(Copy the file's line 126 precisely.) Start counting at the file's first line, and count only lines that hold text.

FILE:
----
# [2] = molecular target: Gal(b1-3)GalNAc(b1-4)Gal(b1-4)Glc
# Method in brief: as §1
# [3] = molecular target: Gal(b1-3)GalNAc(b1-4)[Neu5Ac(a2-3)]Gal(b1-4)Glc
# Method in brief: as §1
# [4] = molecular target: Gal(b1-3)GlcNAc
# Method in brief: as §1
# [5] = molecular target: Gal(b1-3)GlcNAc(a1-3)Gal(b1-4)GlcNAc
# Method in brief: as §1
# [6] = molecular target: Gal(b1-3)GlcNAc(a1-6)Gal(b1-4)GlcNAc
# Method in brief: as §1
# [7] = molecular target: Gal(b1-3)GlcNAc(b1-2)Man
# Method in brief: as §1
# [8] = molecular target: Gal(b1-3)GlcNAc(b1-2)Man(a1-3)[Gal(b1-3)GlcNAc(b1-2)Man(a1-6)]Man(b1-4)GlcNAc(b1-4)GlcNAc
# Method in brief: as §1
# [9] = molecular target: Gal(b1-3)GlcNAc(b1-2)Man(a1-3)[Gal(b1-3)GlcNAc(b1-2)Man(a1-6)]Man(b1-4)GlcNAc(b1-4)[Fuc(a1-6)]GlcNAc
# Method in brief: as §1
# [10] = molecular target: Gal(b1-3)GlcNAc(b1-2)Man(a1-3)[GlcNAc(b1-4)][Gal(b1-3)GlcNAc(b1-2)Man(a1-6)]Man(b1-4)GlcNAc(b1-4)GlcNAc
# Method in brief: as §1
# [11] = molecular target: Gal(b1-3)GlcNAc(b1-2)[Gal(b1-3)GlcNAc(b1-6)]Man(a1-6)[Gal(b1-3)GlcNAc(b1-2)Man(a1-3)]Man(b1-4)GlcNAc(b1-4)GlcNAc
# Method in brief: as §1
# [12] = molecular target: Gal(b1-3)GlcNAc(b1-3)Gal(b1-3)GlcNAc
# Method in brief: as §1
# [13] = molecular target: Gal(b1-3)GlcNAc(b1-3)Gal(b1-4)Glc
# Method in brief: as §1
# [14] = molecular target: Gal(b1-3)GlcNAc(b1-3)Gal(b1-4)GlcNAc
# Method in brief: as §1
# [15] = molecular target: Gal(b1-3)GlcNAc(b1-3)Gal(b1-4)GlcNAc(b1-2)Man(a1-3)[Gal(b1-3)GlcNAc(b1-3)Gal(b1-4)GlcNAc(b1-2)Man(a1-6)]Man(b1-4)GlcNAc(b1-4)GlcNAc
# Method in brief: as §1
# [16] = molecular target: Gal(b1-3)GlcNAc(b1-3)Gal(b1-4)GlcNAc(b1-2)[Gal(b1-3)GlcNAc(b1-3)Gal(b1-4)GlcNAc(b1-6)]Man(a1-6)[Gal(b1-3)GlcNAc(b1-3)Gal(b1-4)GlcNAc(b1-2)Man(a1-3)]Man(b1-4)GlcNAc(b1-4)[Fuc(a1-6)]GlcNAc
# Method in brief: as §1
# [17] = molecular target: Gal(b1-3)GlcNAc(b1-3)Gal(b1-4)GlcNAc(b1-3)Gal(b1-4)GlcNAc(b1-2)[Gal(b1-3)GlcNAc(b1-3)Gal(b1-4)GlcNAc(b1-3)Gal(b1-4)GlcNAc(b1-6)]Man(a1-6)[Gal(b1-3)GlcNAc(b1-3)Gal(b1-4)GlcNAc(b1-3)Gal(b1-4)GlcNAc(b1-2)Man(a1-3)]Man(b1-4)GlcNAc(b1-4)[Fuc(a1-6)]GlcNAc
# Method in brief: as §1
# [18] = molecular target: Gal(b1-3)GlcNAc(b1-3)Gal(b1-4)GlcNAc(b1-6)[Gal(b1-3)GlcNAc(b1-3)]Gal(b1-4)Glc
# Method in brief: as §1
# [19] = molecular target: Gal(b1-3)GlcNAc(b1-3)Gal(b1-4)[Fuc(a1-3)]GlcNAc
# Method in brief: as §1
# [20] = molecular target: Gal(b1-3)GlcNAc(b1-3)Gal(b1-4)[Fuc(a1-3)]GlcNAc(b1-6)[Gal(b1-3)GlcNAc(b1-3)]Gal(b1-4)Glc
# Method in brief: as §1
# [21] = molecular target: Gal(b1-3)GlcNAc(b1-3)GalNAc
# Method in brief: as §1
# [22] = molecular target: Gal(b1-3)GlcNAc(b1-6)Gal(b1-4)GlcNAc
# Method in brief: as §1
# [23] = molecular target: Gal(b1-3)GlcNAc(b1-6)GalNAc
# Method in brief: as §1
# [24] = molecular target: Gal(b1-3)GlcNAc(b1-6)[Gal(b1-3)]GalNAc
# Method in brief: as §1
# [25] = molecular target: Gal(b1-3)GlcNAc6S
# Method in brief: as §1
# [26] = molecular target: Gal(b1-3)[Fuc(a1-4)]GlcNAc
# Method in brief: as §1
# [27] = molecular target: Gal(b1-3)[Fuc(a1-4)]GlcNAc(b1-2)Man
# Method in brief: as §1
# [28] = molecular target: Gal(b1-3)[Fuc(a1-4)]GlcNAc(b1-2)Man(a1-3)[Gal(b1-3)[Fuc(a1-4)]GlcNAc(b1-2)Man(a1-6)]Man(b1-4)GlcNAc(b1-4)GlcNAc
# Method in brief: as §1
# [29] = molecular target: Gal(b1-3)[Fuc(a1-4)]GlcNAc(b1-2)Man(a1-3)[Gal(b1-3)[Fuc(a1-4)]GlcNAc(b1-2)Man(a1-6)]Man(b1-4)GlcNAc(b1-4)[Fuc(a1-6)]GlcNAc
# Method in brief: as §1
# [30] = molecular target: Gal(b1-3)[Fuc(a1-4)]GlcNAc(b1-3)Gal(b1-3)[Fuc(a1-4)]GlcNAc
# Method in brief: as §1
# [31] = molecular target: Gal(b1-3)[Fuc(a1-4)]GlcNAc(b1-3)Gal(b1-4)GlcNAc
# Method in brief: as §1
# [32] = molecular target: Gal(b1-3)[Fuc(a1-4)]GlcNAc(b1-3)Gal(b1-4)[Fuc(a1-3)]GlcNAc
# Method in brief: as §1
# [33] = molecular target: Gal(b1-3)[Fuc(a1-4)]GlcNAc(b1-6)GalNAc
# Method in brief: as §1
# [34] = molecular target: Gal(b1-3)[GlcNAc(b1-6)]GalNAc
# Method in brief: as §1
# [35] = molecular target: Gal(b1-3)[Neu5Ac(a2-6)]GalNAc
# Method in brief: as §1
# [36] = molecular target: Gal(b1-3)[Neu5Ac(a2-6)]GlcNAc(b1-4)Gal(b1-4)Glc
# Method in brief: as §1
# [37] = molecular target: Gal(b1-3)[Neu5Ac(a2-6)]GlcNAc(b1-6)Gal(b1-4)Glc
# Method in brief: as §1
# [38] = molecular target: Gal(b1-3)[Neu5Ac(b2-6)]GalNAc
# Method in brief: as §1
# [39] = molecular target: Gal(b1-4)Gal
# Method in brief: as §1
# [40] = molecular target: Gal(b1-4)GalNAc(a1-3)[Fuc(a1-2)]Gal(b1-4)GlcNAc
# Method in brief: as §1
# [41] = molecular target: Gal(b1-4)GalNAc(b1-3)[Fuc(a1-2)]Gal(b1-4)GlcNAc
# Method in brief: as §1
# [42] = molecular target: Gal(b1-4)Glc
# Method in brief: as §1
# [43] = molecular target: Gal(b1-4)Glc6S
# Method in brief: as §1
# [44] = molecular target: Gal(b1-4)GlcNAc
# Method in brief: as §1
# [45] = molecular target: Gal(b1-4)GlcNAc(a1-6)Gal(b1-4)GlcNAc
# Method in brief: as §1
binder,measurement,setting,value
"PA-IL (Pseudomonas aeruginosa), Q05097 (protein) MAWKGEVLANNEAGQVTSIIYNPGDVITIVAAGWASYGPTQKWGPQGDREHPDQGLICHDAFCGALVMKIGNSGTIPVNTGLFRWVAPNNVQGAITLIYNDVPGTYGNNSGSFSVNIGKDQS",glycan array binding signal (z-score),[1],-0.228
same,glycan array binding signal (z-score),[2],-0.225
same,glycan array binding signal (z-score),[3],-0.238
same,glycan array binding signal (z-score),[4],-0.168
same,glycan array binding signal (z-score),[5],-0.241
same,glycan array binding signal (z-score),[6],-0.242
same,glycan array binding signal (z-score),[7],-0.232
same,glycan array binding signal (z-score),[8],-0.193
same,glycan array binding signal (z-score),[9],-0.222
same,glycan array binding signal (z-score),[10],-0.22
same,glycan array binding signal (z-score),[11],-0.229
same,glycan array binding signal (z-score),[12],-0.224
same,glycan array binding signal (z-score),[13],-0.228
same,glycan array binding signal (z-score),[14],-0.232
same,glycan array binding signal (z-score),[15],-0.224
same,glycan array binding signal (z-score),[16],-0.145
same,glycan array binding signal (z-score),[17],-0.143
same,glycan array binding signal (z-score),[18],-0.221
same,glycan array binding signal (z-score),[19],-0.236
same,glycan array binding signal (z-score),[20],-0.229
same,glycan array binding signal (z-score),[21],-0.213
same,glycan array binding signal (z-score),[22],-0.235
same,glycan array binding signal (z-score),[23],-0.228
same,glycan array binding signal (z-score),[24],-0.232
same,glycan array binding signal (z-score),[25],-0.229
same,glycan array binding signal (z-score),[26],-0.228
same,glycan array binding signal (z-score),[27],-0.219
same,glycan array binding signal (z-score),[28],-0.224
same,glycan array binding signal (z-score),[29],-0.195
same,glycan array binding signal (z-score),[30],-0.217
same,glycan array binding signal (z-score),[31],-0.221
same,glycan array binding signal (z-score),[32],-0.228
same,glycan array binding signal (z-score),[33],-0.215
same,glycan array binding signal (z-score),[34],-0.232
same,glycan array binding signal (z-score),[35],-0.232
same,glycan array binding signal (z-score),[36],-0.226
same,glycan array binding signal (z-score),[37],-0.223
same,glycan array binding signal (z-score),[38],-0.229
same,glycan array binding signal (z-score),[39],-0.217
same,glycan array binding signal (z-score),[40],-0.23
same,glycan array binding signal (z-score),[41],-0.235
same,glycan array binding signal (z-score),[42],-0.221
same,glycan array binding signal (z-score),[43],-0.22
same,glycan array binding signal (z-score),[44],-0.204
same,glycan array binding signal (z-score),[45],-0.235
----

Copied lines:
same,glycan array binding signal (z-score),[37],-0.223